BEIRUT (AFP) – The Lebanese Hezbollah on Friday denied it was backing an all-women aid flotilla planning to sail from Lebanon to Gaza, saying it did not want to give Israel a pretext to attack the activists.
“Hezbollah confirms that it decided from the very beginning to stay away from this humanitarian act in terms of organisation, logistic support and participation so as not to give the Israeli enemy any pretext to attack the participants,” it said in a statement.
“Hezbollah firmly believes this peaceful, civilian effort will succeed,” the Shiite Muslim group added.
A group of Lebanese women activists joined by Europeans and journalists are planning to sail for Gaza in the latest bid to break Israel’s four-year blockade of the Hamas-ruled territory.
The organisers have not yet announced a departure date for the ship, christened “Mariam” in honour of the Virgin Mary.
The plans for the women-only operation come as Israel faces an international backlash over its deadly May 31 seizure of a six-ship aid flotilla bound for Gaza, in which nine Turkish activists were shot dead by naval commandos.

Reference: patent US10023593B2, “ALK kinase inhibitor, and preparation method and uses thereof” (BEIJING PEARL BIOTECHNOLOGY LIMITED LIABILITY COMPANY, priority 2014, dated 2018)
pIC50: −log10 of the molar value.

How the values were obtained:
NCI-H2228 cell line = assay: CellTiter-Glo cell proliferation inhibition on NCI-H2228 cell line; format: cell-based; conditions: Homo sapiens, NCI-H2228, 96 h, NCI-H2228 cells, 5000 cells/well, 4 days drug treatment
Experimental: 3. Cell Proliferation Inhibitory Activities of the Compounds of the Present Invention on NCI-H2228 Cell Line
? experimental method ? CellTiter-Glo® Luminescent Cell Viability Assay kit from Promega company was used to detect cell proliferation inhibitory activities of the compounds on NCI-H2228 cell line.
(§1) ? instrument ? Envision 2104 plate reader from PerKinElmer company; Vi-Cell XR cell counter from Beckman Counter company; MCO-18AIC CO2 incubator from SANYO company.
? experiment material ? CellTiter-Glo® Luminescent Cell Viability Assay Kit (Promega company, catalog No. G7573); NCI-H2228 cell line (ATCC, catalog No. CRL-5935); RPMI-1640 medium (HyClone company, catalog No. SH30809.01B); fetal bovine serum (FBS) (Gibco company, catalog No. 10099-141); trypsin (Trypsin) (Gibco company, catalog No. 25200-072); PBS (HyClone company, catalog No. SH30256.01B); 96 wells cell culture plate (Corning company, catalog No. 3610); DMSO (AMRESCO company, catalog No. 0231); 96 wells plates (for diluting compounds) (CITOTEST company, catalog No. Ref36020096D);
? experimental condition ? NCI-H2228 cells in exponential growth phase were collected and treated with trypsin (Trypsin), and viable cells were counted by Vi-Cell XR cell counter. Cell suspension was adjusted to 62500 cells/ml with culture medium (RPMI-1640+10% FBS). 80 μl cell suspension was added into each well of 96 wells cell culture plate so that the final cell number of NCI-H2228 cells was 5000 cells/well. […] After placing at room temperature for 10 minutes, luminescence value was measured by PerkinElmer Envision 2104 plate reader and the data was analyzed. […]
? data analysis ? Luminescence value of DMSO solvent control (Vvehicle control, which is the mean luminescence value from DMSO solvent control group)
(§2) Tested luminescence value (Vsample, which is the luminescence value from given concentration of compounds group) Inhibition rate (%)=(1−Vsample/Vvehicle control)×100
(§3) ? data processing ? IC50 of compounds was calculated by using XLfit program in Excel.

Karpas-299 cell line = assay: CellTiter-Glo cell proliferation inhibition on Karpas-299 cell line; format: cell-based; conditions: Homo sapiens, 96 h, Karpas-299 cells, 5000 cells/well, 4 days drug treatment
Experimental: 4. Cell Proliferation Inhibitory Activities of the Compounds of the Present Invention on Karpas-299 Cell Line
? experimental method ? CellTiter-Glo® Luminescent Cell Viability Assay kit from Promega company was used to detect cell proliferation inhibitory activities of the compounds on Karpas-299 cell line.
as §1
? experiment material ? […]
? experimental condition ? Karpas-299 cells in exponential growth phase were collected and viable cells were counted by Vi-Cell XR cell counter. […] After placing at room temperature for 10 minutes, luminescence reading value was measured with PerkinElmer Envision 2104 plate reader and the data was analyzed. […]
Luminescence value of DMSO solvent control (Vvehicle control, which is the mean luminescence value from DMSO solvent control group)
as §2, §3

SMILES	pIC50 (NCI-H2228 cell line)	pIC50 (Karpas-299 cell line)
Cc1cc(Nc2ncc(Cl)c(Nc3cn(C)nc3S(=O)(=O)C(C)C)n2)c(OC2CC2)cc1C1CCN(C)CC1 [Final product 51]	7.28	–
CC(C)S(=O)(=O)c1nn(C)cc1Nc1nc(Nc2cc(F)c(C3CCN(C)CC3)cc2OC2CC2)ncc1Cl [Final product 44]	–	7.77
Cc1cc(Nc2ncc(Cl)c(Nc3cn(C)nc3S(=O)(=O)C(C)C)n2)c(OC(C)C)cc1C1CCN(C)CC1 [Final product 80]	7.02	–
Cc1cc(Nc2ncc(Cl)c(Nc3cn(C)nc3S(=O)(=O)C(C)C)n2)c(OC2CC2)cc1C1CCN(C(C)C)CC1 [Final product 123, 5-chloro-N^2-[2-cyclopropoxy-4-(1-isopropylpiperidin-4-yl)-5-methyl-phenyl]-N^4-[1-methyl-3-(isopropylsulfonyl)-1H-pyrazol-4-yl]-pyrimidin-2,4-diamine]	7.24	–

But Israeli Defence Minister Ehud Barak on Thursday warned Lebanon it would be responsible for any “violent and dangerous confrontation.”
Israel also approved a plan to ease its blockade of Gaza after heavy international pressure, while providing few details on what new goods would be allowed in.
The Jewish state fought a deadly war with the Lebanese Hezbollah in the summer of 2006. The battles destroyed much of Lebanon’s infrastructure and killed more than 1,200 Lebanese, mainly civilians, and 160 Israelis, mainly soldiers.
The Jewish state recently accused Syria, which along with Iran is a main backer of Hezbollah, of smuggling sophisticated arms to the Shiite militant movement.